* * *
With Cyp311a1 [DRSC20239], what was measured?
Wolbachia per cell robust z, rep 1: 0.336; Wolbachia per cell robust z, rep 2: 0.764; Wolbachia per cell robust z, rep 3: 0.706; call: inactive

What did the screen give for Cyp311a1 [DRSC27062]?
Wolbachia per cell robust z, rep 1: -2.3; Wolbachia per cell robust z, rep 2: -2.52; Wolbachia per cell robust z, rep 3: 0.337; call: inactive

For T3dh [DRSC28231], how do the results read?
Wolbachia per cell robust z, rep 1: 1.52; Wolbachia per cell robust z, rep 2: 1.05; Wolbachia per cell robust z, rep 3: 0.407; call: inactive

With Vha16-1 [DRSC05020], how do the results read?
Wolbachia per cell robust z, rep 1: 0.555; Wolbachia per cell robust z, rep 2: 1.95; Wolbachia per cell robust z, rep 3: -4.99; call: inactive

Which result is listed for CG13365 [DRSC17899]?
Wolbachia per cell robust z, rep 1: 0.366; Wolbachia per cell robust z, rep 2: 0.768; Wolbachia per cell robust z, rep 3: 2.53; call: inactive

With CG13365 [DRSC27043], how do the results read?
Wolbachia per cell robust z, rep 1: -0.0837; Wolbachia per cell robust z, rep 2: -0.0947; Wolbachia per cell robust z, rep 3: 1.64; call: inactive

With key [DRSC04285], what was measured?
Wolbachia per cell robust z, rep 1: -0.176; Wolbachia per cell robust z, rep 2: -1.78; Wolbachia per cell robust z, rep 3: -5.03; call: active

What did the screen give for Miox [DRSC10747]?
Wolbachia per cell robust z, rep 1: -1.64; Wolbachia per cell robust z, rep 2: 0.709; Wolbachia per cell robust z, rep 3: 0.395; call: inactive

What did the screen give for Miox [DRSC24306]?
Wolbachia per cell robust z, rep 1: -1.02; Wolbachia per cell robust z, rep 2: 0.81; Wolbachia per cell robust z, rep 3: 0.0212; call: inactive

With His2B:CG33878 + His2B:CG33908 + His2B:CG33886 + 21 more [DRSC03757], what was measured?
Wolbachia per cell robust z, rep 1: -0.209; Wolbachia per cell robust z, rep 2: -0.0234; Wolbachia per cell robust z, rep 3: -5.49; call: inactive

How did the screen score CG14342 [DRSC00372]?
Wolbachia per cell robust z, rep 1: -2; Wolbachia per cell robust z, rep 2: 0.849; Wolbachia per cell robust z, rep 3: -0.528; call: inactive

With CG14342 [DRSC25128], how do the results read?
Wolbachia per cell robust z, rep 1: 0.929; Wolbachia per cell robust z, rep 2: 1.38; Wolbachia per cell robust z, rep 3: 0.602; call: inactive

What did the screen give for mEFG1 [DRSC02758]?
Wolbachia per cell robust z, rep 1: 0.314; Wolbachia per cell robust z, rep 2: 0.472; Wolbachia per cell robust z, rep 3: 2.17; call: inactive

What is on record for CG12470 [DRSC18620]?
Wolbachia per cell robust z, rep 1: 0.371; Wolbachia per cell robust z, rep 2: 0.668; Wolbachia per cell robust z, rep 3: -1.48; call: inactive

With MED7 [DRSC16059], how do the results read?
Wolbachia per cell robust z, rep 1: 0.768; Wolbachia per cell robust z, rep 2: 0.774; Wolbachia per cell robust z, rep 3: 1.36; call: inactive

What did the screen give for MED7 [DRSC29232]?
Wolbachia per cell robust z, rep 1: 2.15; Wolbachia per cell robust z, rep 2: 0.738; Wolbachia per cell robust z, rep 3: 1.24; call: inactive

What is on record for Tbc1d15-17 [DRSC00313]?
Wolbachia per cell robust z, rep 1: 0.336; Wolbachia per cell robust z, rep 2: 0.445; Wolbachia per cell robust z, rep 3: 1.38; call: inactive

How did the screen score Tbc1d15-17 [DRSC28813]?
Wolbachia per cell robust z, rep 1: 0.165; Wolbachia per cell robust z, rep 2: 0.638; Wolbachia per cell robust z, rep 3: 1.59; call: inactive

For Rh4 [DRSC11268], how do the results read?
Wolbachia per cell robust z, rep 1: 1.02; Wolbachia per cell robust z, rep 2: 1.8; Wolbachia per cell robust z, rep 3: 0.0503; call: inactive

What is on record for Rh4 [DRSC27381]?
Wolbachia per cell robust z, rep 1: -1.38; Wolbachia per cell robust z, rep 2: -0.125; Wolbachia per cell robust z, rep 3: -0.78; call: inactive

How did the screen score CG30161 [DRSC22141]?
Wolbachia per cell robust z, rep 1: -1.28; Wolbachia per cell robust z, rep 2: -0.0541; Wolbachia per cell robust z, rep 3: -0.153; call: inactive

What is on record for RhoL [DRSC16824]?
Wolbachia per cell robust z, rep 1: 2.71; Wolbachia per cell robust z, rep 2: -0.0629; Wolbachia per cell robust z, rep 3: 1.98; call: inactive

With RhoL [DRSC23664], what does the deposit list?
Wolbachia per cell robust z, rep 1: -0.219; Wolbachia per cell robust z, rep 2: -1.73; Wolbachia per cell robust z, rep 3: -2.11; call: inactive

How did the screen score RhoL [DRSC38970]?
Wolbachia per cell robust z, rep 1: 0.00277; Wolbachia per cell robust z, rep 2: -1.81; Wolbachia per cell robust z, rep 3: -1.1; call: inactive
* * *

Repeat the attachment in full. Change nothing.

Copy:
With Cyp311a1 [DRSC20239], what was measured?
Wolbachia per cell robust z, rep 1: 0.336; Wolbachia per cell robust z, rep 2: 0.764; Wolbachia per cell robust z, rep 3: 0.706; call: inactive

What did the screen give for Cyp311a1 [DRSC27062]?
Wolbachia per cell robust z, rep 1: -2.3; Wolbachia per cell robust z, rep 2: -2.52; Wolbachia per cell robust z, rep 3: 0.337; call: inactive

For T3dh [DRSC28231], how do the results read?
Wolbachia per cell robust z, rep 1: 1.52; Wolbachia per cell robust z, rep 2: 1.05; Wolbachia per cell robust z, rep 3: 0.407; call: inactive

With Vha16-1 [DRSC05020], how do the results read?
Wolbachia per cell robust z, rep 1: 0.555; Wolbachia per cell robust z, rep 2: 1.95; Wolbachia per cell robust z, rep 3: -4.99; call: inactive

Which result is listed for CG13365 [DRSC17899]?
Wolbachia per cell robust z, rep 1: 0.366; Wolbachia per cell robust z, rep 2: 0.768; Wolbachia per cell robust z, rep 3: 2.53; call: inactive

With CG13365 [DRSC27043], how do the results read?
Wolbachia per cell robust z, rep 1: -0.0837; Wolbachia per cell robust z, rep 2: -0.0947; Wolbachia per cell robust z, rep 3: 1.64; call: inactive

With key [DRSC04285], what was measured?
Wolbachia per cell robust z, rep 1: -0.176; Wolbachia per cell robust z, rep 2: -1.78; Wolbachia per cell robust z, rep 3: -5.03; call: active

What did the screen give for Miox [DRSC10747]?
Wolbachia per cell robust z, rep 1: -1.64; Wolbachia per cell robust z, rep 2: 0.709; Wolbachia per cell robust z, rep 3: 0.395; call: inactive

What did the screen give for Miox [DRSC24306]?
Wolbachia per cell robust z, rep 1: -1.02; Wolbachia per cell robust z, rep 2: 0.81; Wolbachia per cell robust z, rep 3: 0.0212; call: inactive

With His2B:CG33878 + His2B:CG33908 + His2B:CG33886 + 21 more [DRSC03757], what was measured?
Wolbachia per cell robust z, rep 1: -0.209; Wolbachia per cell robust z, rep 2: -0.0234; Wolbachia per cell robust z, rep 3: -5.49; call: inactive

How did the screen score CG14342 [DRSC00372]?
Wolbachia per cell robust z, rep 1: -2; Wolbachia per cell robust z, rep 2: 0.849; Wolbachia per cell robust z, rep 3: -0.528; call: inactive

With CG14342 [DRSC25128], how do the results read?
Wolbachia per cell robust z, rep 1: 0.929; Wolbachia per cell robust z, rep 2: 1.38; Wolbachia per cell robust z, rep 3: 0.602; call: inactive

What did the screen give for mEFG1 [DRSC02758]?
Wolbachia per cell robust z, rep 1: 0.314; Wolbachia per cell robust z, rep 2: 0.472; Wolbachia per cell robust z, rep 3: 2.17; call: inactive

What is on record for CG12470 [DRSC18620]?
Wolbachia per cell robust z, rep 1: 0.371; Wolbachia per cell robust z, rep 2: 0.668; Wolbachia per cell robust z, rep 3: -1.48; call: inactive

With MED7 [DRSC16059], how do the results read?
Wolbachia per cell robust z, rep 1: 0.768; Wolbachia per cell robust z, rep 2: 0.774; Wolbachia per cell robust z, rep 3: 1.36; call: inactive

What did the screen give for MED7 [DRSC29232]?
Wolbachia per cell robust z, rep 1: 2.15; Wolbachia per cell robust z, rep 2: 0.738; Wolbachia per cell robust z, rep 3: 1.24; call: inactive

What is on record for Tbc1d15-17 [DRSC00313]?
Wolbachia per cell robust z, rep 1: 0.336; Wolbachia per cell robust z, rep 2: 0.445; Wolbachia per cell robust z, rep 3: 1.38; call: inactive

How did the screen score Tbc1d15-17 [DRSC28813]?
Wolbachia per cell robust z, rep 1: 0.165; Wolbachia per cell robust z, rep 2: 0.638; Wolbachia per cell robust z, rep 3: 1.59; call: inactive

For Rh4 [DRSC11268], how do the results read?
Wolbachia per cell robust z, rep 1: 1.02; Wolbachia per cell robust z, rep 2: 1.8; Wolbachia per cell robust z, rep 3: 0.0503; call: inactive

What is on record for Rh4 [DRSC27381]?
Wolbachia per cell robust z, rep 1: -1.38; Wolbachia per cell robust z, rep 2: -0.125; Wolbachia per cell robust z, rep 3: -0.78; call: inactive

How did the screen score CG30161 [DRSC22141]?
Wolbachia per cell robust z, rep 1: -1.28; Wolbachia per cell robust z, rep 2: -0.0541; Wolbachia per cell robust z, rep 3: -0.153; call: inactive

What is on record for RhoL [DRSC16824]?
Wolbachia per cell robust z, rep 1: 2.71; Wolbachia per cell robust z, rep 2: -0.0629; Wolbachia per cell robust z, rep 3: 1.98; call: inactive

With RhoL [DRSC23664], what does the deposit list?
Wolbachia per cell robust z, rep 1: -0.219; Wolbachia per cell robust z, rep 2: -1.73; Wolbachia per cell robust z, rep 3: -2.11; call: inactive

How did the screen score RhoL [DRSC38970]?
Wolbachia per cell robust z, rep 1: 0.00277; Wolbachia per cell robust z, rep 2: -1.81; Wolbachia per cell robust z, rep 3: -1.1; call: inactive